On March 16, Dr. Vaggelis Sakkas and his small team of IVF specialists made the decision to temporarily close their practice, the Gyn Care IVF center at REA Maternity Hospital in central Athens, citing coronavirus fears. “Unfortunately, we have stopped everything,” Sakkas explained in a phone interview. “The IVF unit, given that it’s not an emergency service—it’s not a matter of life and death—can wait.” But for how long, nobody yet knows.
Around the world, medical teams and professionals are pivoting to the essential care of treating Covid-19 patients. In some places, physicians who recently retired are being called back to work to help ease overburdened healthcare systems. Medical students are being encouraged to graduate early and start treating Covid-19 patients. And non-essential procedures and therapies are being placed on hold while hospitals and medical centers allocate as many resources as possible to getting a hold on the outbreaks.
This makes perfect sense when you consider the potential difference between life and death. But in the case of IVF, it complicates the definition of an essential versus a non-essential treatment, even given the potential risks. For one, IVF is often a time-sensitive treatment. Without a clear timeframe, stopping or postponing treatment can be a devastating loss.
When Sakkas had to tell his patients he was halting treatments, it was difficult, he said. But it could prove lifesaving. “There are no studies, there is no evidence about what happens if you get [Covid-19] in the beginning of a pregnancy,” he explained. Research so far on prenatal risk of coronavirus is murky. What we do have shows that there are no known negative effects on the baby if the mother is infected during the second or third trimester, but for women seeking to get pregnant now, there’s no guaranteed protection for baby or mother in the case of an infection. Sakkas doesn’t want to take unnecessary risks.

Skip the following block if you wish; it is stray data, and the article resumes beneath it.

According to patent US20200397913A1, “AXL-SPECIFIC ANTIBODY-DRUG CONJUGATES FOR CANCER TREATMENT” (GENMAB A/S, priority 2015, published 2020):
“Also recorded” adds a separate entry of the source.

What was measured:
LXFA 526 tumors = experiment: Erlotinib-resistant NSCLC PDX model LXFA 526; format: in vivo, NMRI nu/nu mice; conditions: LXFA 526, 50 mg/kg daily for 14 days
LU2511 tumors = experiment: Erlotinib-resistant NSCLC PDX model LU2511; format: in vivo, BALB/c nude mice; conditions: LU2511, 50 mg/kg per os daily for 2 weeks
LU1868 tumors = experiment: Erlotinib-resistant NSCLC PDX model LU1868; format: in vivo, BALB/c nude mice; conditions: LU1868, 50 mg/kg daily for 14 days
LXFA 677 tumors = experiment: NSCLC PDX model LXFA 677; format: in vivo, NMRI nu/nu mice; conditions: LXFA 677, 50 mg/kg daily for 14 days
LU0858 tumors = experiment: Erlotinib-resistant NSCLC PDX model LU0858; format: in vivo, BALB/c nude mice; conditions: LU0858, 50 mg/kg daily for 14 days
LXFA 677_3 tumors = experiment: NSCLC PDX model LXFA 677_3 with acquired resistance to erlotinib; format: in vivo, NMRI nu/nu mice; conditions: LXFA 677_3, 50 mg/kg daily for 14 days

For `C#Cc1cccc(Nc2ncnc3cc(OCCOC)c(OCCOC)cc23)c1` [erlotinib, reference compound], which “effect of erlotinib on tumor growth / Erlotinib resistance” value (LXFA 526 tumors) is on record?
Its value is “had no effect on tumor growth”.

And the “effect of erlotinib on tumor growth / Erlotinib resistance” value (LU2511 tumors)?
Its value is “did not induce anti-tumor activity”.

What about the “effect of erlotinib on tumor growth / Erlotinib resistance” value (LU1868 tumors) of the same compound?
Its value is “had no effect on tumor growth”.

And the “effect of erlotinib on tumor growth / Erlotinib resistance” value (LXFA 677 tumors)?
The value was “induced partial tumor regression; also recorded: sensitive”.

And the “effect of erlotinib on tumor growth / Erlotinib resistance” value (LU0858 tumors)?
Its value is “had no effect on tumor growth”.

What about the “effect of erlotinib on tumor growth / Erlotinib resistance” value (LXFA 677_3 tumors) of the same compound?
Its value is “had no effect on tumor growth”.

Days after closing the center, he received the first sign that coronavirus might have a more lasting effect on IVF than he had initially thought. In a conversation with a patient whose pregnancy results came back negative, Sakkas said he urged her to keep trying once coronavirus risks subside. But her response left him wondering what the future of IVF will look like.
“I tried to encourage her and [to] tell her, ‘You do not have to surrender, and you have to continue in any case,’” Sakkas explained. His patient told him that although she would like to attempt another round, she wasn’t sure she would be able to by the time the global pandemic cleared. “So, it’s something that frightens everybody,” he said.
Another type of crisis
In August 2018, Greece officially exited its almost decade-long financial crisis that ravaged the nation. Many people had put off child-bearing for a decade, causing birthrates in Greece to plummet. As a result, Greece saw a surge in patients seeking IVF treatment who experienced fertility issues related to conceiving in older age.
“Today, the average age is really high just because many women said, ‘Okay, let’s wait to have another job, let’s wait until the situation is more stable.’ So they waited and waited and waited and they arrived at 40, and they are having other problems,’” Sakkas said.
That was the fertility landscape prior to the Covid-19 pandemic. With this new global health threat, and another potential economic crisis looming, Sakkas and his colleagues wonder what this will mean for those who want to have children now, and how it will affect the IVF industry in the years to come.